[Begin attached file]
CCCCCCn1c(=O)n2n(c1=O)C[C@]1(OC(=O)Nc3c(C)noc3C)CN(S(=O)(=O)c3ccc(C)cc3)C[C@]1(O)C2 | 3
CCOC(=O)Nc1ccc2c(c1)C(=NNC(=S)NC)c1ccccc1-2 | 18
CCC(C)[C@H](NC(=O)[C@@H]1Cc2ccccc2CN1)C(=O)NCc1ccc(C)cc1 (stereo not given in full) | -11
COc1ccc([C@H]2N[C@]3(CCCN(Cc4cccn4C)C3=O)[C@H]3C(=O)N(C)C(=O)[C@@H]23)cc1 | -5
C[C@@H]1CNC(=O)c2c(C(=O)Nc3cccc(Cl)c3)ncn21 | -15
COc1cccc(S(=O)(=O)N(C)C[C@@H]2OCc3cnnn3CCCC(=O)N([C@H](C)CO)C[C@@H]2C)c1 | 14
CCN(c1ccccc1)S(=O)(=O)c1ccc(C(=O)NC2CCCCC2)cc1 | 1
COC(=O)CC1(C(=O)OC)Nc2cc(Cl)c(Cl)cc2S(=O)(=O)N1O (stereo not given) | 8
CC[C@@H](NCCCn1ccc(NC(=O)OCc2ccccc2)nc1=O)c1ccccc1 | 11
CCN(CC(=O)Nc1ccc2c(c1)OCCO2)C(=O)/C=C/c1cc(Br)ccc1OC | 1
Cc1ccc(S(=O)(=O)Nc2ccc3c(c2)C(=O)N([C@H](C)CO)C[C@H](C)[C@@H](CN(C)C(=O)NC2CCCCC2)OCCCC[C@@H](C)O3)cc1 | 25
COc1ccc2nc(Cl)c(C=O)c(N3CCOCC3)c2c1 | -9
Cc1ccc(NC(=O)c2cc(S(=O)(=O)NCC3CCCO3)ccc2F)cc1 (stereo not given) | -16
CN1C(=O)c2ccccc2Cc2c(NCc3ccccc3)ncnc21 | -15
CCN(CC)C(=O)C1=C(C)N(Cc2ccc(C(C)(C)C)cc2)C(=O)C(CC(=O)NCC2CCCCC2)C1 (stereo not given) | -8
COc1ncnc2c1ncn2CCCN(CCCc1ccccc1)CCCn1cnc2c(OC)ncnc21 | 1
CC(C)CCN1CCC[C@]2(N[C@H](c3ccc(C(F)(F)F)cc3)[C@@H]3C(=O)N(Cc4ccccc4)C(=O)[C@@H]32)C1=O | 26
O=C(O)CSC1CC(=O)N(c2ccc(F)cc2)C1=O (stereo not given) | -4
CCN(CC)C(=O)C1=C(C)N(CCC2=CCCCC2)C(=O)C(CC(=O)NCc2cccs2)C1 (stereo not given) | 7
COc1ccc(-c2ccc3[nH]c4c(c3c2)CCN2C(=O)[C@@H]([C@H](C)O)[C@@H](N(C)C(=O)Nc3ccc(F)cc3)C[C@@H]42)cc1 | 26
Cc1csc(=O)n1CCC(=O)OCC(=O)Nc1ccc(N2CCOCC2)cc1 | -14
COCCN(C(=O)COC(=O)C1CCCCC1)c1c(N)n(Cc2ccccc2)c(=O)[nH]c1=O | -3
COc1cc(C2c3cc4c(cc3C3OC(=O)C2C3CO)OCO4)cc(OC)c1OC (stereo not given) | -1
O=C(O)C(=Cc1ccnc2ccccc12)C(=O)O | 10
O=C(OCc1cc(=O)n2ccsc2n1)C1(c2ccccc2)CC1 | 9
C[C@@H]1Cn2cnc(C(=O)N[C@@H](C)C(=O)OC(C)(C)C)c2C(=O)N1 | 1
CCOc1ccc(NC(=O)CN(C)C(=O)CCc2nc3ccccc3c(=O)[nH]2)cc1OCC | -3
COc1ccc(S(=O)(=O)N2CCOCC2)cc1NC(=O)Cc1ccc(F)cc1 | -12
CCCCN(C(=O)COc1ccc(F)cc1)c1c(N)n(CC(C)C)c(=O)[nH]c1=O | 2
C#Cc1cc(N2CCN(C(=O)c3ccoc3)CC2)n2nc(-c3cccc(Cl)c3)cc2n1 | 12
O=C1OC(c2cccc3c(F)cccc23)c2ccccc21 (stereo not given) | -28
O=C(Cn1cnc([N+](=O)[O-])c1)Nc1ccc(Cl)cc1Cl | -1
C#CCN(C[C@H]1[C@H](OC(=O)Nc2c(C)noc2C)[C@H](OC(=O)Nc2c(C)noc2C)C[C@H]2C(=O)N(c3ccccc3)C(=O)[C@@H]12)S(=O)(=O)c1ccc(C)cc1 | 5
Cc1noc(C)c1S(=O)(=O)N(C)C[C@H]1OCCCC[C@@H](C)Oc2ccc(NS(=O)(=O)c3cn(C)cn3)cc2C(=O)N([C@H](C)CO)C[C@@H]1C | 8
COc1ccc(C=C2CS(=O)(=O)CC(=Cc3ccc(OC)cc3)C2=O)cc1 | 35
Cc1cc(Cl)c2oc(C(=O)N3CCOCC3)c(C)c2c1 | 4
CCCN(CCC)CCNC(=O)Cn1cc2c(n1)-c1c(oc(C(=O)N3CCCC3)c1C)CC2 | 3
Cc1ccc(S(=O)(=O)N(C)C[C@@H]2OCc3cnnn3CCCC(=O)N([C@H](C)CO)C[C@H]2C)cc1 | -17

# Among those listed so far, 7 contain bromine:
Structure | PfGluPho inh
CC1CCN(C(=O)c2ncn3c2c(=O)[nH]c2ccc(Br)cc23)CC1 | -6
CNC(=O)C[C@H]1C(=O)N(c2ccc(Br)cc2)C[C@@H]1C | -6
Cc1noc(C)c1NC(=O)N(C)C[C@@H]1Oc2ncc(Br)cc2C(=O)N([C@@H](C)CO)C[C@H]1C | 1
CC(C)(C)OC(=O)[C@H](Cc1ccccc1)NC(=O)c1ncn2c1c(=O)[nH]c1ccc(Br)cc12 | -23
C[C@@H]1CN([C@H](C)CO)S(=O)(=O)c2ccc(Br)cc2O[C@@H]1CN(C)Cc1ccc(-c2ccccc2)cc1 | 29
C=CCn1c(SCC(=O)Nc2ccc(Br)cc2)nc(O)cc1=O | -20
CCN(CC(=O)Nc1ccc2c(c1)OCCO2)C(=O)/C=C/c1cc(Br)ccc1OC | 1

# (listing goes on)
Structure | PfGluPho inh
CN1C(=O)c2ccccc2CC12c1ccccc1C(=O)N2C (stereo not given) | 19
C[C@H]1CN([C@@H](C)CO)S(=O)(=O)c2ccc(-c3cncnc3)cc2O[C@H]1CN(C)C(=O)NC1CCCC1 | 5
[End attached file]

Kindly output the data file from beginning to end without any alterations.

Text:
CCCCCCn1c(=O)n2n(c1=O)C[C@]1(OC(=O)Nc3c(C)noc3C)CN(S(=O)(=O)c3ccc(C)cc3)C[C@]1(O)C2 | 3
CCOC(=O)Nc1ccc2c(c1)C(=NNC(=S)NC)c1ccccc1-2 | 18
CCC(C)[C@H](NC(=O)[C@@H]1Cc2ccccc2CN1)C(=O)NCc1ccc(C)cc1 (stereo not given in full) | -11
COc1ccc([C@H]2N[C@]3(CCCN(Cc4cccn4C)C3=O)[C@H]3C(=O)N(C)C(=O)[C@@H]23)cc1 | -5
C[C@@H]1CNC(=O)c2c(C(=O)Nc3cccc(Cl)c3)ncn21 | -15
COc1cccc(S(=O)(=O)N(C)C[C@@H]2OCc3cnnn3CCCC(=O)N([C@H](C)CO)C[C@@H]2C)c1 | 14
CCN(c1ccccc1)S(=O)(=O)c1ccc(C(=O)NC2CCCCC2)cc1 | 1
COC(=O)CC1(C(=O)OC)Nc2cc(Cl)c(Cl)cc2S(=O)(=O)N1O (stereo not given) | 8
CC[C@@H](NCCCn1ccc(NC(=O)OCc2ccccc2)nc1=O)c1ccccc1 | 11
CCN(CC(=O)Nc1ccc2c(c1)OCCO2)C(=O)/C=C/c1cc(Br)ccc1OC | 1
Cc1ccc(S(=O)(=O)Nc2ccc3c(c2)C(=O)N([C@H](C)CO)C[C@H](C)[C@@H](CN(C)C(=O)NC2CCCCC2)OCCCC[C@@H](C)O3)cc1 | 25
COc1ccc2nc(Cl)c(C=O)c(N3CCOCC3)c2c1 | -9
Cc1ccc(NC(=O)c2cc(S(=O)(=O)NCC3CCCO3)ccc2F)cc1 (stereo not given) | -16
CN1C(=O)c2ccccc2Cc2c(NCc3ccccc3)ncnc21 | -15
CCN(CC)C(=O)C1=C(C)N(Cc2ccc(C(C)(C)C)cc2)C(=O)C(CC(=O)NCC2CCCCC2)C1 (stereo not given) | -8
COc1ncnc2c1ncn2CCCN(CCCc1ccccc1)CCCn1cnc2c(OC)ncnc21 | 1
CC(C)CCN1CCC[C@]2(N[C@H](c3ccc(C(F)(F)F)cc3)[C@@H]3C(=O)N(Cc4ccccc4)C(=O)[C@@H]32)C1=O | 26
O=C(O)CSC1CC(=O)N(c2ccc(F)cc2)C1=O (stereo not given) | -4
CCN(CC)C(=O)C1=C(C)N(CCC2=CCCCC2)C(=O)C(CC(=O)NCc2cccs2)C1 (stereo not given) | 7
COc1ccc(-c2ccc3[nH]c4c(c3c2)CCN2C(=O)[C@@H]([C@H](C)O)[C@@H](N(C)C(=O)Nc3ccc(F)cc3)C[C@@H]42)cc1 | 26
Cc1csc(=O)n1CCC(=O)OCC(=O)Nc1ccc(N2CCOCC2)cc1 | -14
COCCN(C(=O)COC(=O)C1CCCCC1)c1c(N)n(Cc2ccccc2)c(=O)[nH]c1=O | -3
COc1cc(C2c3cc4c(cc3C3OC(=O)C2C3CO)OCO4)cc(OC)c1OC (stereo not given) | -1
O=C(O)C(=Cc1ccnc2ccccc12)C(=O)O | 10
O=C(OCc1cc(=O)n2ccsc2n1)C1(c2ccccc2)CC1 | 9
C[C@@H]1Cn2cnc(C(=O)N[C@@H](C)C(=O)OC(C)(C)C)c2C(=O)N1 | 1
CCOc1ccc(NC(=O)CN(C)C(=O)CCc2nc3ccccc3c(=O)[nH]2)cc1OCC | -3
COc1ccc(S(=O)(=O)N2CCOCC2)cc1NC(=O)Cc1ccc(F)cc1 | -12
CCCCN(C(=O)COc1ccc(F)cc1)c1c(N)n(CC(C)C)c(=O)[nH]c1=O | 2
C#Cc1cc(N2CCN(C(=O)c3ccoc3)CC2)n2nc(-c3cccc(Cl)c3)cc2n1 | 12
O=C1OC(c2cccc3c(F)cccc23)c2ccccc21 (stereo not given) | -28
O=C(Cn1cnc([N+](=O)[O-])c1)Nc1ccc(Cl)cc1Cl | -1
C#CCN(C[C@H]1[C@H](OC(=O)Nc2c(C)noc2C)[C@H](OC(=O)Nc2c(C)noc2C)C[C@H]2C(=O)N(c3ccccc3)C(=O)[C@@H]12)S(=O)(=O)c1ccc(C)cc1 | 5
Cc1noc(C)c1S(=O)(=O)N(C)C[C@H]1OCCCC[C@@H](C)Oc2ccc(NS(=O)(=O)c3cn(C)cn3)cc2C(=O)N([C@H](C)CO)C[C@@H]1C | 8
COc1ccc(C=C2CS(=O)(=O)CC(=Cc3ccc(OC)cc3)C2=O)cc1 | 35
Cc1cc(Cl)c2oc(C(=O)N3CCOCC3)c(C)c2c1 | 4
CCCN(CCC)CCNC(=O)Cn1cc2c(n1)-c1c(oc(C(=O)N3CCCC3)c1C)CC2 | 3
Cc1ccc(S(=O)(=O)N(C)C[C@@H]2OCc3cnnn3CCCC(=O)N([C@H](C)CO)C[C@H]2C)cc1 | -17

# Among those listed so far, 7 contain bromine:
Structure | PfGluPho inh
CC1CCN(C(=O)c2ncn3c2c(=O)[nH]c2ccc(Br)cc23)CC1 | -6
CNC(=O)C[C@H]1C(=O)N(c2ccc(Br)cc2)C[C@@H]1C | -6
Cc1noc(C)c1NC(=O)N(C)C[C@@H]1Oc2ncc(Br)cc2C(=O)N([C@@H](C)CO)C[C@H]1C | 1
CC(C)(C)OC(=O)[C@H](Cc1ccccc1)NC(=O)c1ncn2c1c(=O)[nH]c1ccc(Br)cc12 | -23
C[C@@H]1CN([C@H](C)CO)S(=O)(=O)c2ccc(Br)cc2O[C@@H]1CN(C)Cc1ccc(-c2ccccc2)cc1 | 29
C=CCn1c(SCC(=O)Nc2ccc(Br)cc2)nc(O)cc1=O | -20
CCN(CC(=O)Nc1ccc2c(c1)OCCO2)C(=O)/C=C/c1cc(Br)ccc1OC | 1

# (listing goes on)
Structure | PfGluPho inh
CN1C(=O)c2ccccc2CC12c1ccccc1C(=O)N2C (stereo not given) | 19
C[C@H]1CN([C@@H](C)CO)S(=O)(=O)c2ccc(-c3cncnc3)cc2O[C@H]1CN(C)C(=O)NC1CCCC1 | 5